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HomeNewsArchivesBIG BAND MAKES BIG IMPRESSION AT DORSCH CENTER

BIG BAND MAKES BIG IMPRESSION AT DORSCH CENTER

April 26, 2004 – The St. Croix Big Band dazzled the audience at the Dorsch Cultural Activity Center in Frederiksted on Sunday night. Led by Kent Moorhead, the musicians transformed the center into a nostalgic wonderland, taking the packed audience back in time with their renditions of such standards as "Misty," "Blue Bones" and "Mambo Swing."
The band came together about three years ago and has 20 active members. According to Moorhead, the group provides professionals an outlet to play the music they love. Some of the members are retired; others still hold jobs. But all love playing music and entertaining a crowd.
"The band give them a reason to take up their instruments again," Moorhead said.
Complimenting the smooth instrumental sounds were vocalists Audrey Odetta Brown and Dean Hodge. Brown's rendition of "Someone to Watch Over Me" brought the crowd to its feet. And when Hodge sang "Mack the Knife," none could resist snapping their fingers and bobbing their heads to the beat.
The historic setting was the perfect backdrop for the big band sounds. Appreciative listeners had only to close their eyes and be transported to the heyday of Frank Sinatra and Dizzy Gillespie. Dorethea Sneed, visiting from Atlanta, said the band reminded her of her youth on Chesapeake Bay. "My husband used to sing those songs to me," the 84-year-old said with a sly smile. "We used to go on moonlight boat rides on the bay."
Sneed was there in the company of her son, Stanley Sneed, the local Red Cross center manager, and some of his friends. "Big band music raises the spirits," he said.
To the delight of the crowd, Stanley Sneed was inspired to "cut a rug" on the dance floor.
The night's music was not just for the "young at heart," however. Raymond Harley Jr., all of 7 years old, joined the swing dancers and delighted onlookers with his own dance style. His dad plays trumpet with the band, but that's not where young Raymond's interests lie. "I want to be a limbo dancer when I grow up," he declared.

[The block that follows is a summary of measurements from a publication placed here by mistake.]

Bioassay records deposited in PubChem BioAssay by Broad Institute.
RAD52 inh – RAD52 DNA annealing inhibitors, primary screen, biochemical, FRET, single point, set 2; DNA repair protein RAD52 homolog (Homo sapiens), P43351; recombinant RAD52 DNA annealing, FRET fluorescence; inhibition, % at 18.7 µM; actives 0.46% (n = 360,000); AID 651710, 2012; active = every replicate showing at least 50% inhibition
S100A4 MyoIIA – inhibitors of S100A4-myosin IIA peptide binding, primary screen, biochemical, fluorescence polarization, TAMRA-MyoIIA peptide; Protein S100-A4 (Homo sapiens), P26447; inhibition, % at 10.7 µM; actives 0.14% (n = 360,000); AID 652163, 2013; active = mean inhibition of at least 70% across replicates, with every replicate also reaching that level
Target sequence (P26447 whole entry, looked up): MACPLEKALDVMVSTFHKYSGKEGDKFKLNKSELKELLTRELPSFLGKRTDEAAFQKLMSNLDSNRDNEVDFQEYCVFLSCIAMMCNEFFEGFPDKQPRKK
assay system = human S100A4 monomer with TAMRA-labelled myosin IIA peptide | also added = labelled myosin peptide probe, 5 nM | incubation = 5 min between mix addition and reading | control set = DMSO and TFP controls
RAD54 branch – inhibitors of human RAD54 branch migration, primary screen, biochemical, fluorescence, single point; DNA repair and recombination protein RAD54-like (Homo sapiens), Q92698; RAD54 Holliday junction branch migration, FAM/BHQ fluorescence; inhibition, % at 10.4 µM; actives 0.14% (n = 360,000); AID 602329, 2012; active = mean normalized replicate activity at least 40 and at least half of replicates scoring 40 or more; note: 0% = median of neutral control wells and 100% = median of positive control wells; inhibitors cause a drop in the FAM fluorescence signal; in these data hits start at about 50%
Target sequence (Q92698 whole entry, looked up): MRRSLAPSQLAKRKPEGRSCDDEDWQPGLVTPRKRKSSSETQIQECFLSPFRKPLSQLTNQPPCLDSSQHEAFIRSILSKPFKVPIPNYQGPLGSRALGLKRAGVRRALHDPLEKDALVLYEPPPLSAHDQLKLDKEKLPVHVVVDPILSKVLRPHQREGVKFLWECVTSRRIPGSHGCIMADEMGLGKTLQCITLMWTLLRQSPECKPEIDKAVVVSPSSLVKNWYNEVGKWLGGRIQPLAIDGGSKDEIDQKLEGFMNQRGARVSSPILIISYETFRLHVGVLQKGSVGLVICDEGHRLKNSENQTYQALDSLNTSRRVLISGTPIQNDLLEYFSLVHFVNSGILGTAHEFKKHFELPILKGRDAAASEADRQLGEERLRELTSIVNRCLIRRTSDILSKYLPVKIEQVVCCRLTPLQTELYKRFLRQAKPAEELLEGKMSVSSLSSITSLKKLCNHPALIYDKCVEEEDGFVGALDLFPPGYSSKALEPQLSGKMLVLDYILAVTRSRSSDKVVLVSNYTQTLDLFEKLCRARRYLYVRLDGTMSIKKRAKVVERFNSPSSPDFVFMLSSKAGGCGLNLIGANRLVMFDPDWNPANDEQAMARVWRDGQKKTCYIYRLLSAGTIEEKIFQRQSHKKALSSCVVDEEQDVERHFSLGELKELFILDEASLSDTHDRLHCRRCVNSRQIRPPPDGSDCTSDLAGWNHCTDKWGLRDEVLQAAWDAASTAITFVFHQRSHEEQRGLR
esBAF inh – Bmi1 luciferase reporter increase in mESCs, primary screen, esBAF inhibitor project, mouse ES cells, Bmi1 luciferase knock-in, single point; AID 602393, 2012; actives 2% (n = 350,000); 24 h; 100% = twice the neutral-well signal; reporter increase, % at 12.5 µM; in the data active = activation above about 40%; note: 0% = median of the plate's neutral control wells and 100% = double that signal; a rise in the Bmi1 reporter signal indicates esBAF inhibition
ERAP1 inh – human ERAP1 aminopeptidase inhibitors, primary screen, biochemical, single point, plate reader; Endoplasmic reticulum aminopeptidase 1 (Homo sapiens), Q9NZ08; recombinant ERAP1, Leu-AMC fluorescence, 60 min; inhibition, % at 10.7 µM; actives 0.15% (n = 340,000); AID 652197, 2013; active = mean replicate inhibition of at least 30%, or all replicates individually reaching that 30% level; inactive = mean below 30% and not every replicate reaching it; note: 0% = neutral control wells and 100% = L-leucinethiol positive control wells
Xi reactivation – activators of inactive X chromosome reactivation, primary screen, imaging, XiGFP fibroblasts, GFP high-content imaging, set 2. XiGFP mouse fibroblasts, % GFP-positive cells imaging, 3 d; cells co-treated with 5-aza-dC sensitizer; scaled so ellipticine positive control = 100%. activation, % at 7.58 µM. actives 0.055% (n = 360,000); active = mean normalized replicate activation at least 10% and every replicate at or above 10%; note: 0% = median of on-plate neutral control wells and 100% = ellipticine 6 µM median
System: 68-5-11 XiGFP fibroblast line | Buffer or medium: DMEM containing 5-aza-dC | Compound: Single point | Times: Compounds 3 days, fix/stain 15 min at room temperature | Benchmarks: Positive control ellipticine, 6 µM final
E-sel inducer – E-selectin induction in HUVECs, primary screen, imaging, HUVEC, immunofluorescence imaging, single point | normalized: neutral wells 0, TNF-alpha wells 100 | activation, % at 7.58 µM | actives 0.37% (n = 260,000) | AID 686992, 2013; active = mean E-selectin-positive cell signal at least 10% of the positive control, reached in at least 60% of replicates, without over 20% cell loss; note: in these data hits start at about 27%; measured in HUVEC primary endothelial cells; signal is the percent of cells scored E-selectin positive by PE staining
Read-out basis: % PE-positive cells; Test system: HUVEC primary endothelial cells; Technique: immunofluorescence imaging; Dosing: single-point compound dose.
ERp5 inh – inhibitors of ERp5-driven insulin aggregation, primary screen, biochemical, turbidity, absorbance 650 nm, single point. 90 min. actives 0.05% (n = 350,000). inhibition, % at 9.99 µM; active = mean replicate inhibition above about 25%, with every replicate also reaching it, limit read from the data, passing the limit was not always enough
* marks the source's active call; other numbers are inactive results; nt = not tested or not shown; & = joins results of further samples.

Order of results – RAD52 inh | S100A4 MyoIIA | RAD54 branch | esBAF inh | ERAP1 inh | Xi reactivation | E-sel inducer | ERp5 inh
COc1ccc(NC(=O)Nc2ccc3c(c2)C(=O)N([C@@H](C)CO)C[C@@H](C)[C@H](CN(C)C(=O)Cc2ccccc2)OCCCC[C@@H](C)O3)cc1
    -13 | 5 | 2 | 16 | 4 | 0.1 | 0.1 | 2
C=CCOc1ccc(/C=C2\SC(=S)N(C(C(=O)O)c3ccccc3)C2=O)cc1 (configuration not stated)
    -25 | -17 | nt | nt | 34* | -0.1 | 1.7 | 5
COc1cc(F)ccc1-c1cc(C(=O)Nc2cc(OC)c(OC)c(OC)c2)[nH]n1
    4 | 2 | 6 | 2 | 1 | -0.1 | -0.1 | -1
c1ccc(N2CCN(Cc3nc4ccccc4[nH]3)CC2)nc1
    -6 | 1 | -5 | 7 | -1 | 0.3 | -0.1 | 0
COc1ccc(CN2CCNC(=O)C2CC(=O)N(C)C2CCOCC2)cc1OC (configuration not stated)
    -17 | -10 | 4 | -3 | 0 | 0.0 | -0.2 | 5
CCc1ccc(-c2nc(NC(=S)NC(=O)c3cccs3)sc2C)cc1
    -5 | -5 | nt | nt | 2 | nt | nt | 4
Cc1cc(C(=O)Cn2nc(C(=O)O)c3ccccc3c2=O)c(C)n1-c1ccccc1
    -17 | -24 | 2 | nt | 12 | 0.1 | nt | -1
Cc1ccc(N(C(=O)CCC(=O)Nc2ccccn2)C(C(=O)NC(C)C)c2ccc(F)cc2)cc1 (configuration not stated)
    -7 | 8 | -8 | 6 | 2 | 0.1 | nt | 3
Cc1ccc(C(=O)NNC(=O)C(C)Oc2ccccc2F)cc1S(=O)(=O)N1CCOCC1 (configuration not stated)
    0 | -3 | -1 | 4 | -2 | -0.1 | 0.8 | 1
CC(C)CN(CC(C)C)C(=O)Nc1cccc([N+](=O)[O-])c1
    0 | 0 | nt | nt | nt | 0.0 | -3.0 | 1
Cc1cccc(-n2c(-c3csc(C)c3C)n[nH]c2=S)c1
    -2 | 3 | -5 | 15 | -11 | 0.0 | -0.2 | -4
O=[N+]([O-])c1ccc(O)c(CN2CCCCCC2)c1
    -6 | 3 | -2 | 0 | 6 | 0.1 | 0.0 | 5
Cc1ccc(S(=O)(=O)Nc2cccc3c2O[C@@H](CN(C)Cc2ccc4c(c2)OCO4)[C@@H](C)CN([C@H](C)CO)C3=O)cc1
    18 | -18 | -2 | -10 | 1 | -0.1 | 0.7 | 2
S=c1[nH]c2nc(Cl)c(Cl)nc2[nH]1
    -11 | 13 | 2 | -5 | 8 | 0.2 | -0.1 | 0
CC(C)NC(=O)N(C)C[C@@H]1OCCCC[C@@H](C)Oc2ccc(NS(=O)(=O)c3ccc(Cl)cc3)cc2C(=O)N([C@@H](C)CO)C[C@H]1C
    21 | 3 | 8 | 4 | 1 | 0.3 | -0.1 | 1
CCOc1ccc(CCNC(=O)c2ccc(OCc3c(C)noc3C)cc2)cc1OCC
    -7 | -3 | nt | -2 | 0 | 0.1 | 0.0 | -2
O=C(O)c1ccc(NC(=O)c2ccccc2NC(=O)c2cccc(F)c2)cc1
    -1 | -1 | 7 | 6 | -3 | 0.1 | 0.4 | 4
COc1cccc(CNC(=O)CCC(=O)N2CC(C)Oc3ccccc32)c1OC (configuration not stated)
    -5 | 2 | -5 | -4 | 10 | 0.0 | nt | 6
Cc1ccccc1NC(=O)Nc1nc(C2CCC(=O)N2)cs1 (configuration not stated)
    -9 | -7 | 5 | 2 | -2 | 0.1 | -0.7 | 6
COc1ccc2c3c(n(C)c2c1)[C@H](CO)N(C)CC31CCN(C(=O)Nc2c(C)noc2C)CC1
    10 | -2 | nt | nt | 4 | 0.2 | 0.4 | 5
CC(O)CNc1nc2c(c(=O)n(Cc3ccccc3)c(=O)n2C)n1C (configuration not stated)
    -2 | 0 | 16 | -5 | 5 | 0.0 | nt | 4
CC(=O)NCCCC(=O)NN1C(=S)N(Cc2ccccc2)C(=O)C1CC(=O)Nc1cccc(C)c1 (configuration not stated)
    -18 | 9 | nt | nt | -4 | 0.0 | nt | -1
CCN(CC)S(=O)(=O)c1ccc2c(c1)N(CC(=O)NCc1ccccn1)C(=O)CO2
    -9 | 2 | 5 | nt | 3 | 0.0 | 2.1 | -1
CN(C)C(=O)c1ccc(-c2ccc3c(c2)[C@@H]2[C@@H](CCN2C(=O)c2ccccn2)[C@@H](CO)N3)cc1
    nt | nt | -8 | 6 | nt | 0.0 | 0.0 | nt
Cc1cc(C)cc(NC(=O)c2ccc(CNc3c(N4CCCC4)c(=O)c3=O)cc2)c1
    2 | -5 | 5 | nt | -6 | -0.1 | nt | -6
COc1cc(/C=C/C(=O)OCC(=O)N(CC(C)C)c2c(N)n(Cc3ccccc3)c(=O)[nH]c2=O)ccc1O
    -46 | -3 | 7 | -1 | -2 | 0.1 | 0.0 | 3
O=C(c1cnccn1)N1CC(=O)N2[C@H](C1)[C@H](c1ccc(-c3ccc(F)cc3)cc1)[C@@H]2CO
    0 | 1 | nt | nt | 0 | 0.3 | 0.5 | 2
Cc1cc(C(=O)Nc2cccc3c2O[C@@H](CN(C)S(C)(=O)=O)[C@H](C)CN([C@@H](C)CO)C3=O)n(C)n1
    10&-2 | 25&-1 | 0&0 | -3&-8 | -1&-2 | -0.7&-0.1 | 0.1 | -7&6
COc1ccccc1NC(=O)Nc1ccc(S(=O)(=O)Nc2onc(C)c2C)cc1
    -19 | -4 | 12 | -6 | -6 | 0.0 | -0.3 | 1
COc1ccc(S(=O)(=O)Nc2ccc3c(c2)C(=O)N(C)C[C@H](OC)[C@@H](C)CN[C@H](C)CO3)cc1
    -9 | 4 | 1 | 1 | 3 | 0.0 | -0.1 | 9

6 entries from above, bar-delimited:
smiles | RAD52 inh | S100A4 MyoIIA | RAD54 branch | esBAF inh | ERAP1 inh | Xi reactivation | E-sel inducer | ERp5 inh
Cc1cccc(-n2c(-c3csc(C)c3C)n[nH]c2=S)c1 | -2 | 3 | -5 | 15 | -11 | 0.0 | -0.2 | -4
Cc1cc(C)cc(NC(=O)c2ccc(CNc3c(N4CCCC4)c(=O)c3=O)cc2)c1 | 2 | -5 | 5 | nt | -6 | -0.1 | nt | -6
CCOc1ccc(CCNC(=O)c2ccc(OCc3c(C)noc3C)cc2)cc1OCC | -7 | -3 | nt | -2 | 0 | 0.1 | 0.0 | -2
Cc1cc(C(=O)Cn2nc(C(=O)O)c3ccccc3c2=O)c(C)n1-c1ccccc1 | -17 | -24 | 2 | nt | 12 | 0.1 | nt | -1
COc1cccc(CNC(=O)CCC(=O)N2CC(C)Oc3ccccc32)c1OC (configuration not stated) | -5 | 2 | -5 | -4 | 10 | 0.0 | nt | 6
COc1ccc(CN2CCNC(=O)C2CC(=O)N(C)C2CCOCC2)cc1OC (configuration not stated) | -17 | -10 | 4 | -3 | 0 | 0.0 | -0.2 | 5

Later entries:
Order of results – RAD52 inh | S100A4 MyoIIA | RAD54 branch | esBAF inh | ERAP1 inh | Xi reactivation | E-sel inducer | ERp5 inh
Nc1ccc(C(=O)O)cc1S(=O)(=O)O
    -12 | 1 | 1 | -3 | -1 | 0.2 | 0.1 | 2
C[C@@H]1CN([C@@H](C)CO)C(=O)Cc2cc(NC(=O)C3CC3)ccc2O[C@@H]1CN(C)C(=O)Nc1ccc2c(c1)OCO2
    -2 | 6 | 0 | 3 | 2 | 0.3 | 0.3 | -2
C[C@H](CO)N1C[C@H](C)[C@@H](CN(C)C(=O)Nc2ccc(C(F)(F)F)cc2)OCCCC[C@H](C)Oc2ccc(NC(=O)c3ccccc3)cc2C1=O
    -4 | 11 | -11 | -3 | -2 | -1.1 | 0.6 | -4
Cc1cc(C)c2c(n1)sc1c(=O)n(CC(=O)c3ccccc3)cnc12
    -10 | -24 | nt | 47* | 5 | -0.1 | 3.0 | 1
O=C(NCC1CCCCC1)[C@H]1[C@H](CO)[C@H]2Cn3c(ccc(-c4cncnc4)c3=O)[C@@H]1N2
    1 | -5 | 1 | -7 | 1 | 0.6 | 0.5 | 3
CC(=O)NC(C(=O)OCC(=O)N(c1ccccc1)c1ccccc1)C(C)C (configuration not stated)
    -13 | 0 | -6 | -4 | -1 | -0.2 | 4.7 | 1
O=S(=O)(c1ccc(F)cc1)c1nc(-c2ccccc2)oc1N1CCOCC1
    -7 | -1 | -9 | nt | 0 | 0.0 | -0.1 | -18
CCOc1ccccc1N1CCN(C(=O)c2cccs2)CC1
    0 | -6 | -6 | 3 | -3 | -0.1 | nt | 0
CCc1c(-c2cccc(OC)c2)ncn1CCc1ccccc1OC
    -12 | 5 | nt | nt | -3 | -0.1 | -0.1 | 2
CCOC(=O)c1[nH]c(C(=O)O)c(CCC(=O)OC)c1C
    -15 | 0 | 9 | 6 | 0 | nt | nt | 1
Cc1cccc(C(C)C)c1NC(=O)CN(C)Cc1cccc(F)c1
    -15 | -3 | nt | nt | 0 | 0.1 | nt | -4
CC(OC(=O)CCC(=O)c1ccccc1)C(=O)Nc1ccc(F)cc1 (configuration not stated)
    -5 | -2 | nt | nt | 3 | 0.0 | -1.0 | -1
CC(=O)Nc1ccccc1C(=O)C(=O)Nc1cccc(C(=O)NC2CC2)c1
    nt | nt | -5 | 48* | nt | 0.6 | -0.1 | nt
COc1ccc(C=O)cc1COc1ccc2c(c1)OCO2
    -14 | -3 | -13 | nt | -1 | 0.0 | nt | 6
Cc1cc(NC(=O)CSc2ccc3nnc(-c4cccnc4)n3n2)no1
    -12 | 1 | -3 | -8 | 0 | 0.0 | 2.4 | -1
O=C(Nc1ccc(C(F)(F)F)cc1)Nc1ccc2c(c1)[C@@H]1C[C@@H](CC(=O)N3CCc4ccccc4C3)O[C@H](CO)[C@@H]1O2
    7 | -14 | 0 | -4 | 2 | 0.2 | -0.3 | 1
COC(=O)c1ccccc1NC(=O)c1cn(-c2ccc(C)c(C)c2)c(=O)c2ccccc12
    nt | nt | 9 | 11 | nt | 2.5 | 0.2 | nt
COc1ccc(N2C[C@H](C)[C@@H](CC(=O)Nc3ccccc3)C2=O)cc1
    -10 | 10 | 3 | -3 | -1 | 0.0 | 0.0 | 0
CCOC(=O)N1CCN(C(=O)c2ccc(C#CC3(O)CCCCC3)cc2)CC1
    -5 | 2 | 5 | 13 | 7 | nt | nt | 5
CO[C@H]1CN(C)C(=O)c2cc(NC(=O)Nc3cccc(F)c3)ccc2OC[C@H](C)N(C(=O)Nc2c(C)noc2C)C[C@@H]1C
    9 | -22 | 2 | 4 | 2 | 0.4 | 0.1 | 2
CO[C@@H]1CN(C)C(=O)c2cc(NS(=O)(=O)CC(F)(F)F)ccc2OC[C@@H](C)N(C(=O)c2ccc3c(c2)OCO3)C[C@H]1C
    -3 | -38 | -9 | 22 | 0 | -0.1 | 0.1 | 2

"The music was fabulous, Frederiksted resident Gayle Washburn said. "This is such a close, intimate setting."
The event was sponsored in part by Our Town Frederiksted. Orin Arnold, a member of the group, said it will be sponsoring more music events at the Dorsch Center. "We are going to be hosting a cabaret-style dance in May," he said. "It's a great community effort."

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April 26, 2004 - The St. Croix Big Band dazzled the audience at the Dorsch Cultural Activity Center in Frederiksted on Sunday night. Led by Kent Moorhead, the musicians transformed the center into a nostalgic wonderland, taking the packed audience back in time with their renditions of such standards as "Misty," "Blue Bones" and "Mambo Swing."
The band came together about three years ago and has 20 active members. According to Moorhead, the group provides professionals an outlet to play the music they love. Some of the members are retired; others still hold jobs. But all love playing music and entertaining a crowd.
"The band give them a reason to take up their instruments again," Moorhead said.
Complimenting the smooth instrumental sounds were vocalists Audrey Odetta Brown and Dean Hodge. Brown's rendition of "Someone to Watch Over Me" brought the crowd to its feet. And when Hodge sang "Mack the Knife," none could resist snapping their fingers and bobbing their heads to the beat.
The historic setting was the perfect backdrop for the big band sounds. Appreciative listeners had only to close their eyes and be transported to the heyday of Frank Sinatra and Dizzy Gillespie. Dorethea Sneed, visiting from Atlanta, said the band reminded her of her youth on Chesapeake Bay. "My husband used to sing those songs to me," the 84-year-old said with a sly smile. "We used to go on moonlight boat rides on the bay."
Sneed was there in the company of her son, Stanley Sneed, the local Red Cross center manager, and some of his friends. "Big band music raises the spirits," he said.
To the delight of the crowd, Stanley Sneed was inspired to "cut a rug" on the dance floor.
The night's music was not just for the "young at heart," however. Raymond Harley Jr., all of 7 years old, joined the swing dancers and delighted onlookers with his own dance style. His dad plays trumpet with the band, but that's not where young Raymond's interests lie. "I want to be a limbo dancer when I grow up," he declared.
"The music was fabulous, Frederiksted resident Gayle Washburn said. "This is such a close, intimate setting."
The event was sponsored in part by Our Town Frederiksted. Orin Arnold, a member of the group, said it will be sponsoring more music events at the Dorsch Center. "We are going to be hosting a cabaret-style dance in May," he said. "It's a great community effort."

Publisher's note : Like the St. Croix Source now? Find out how you can love us twice as much -- and show your support for the islands' free and independent news voice ... click here.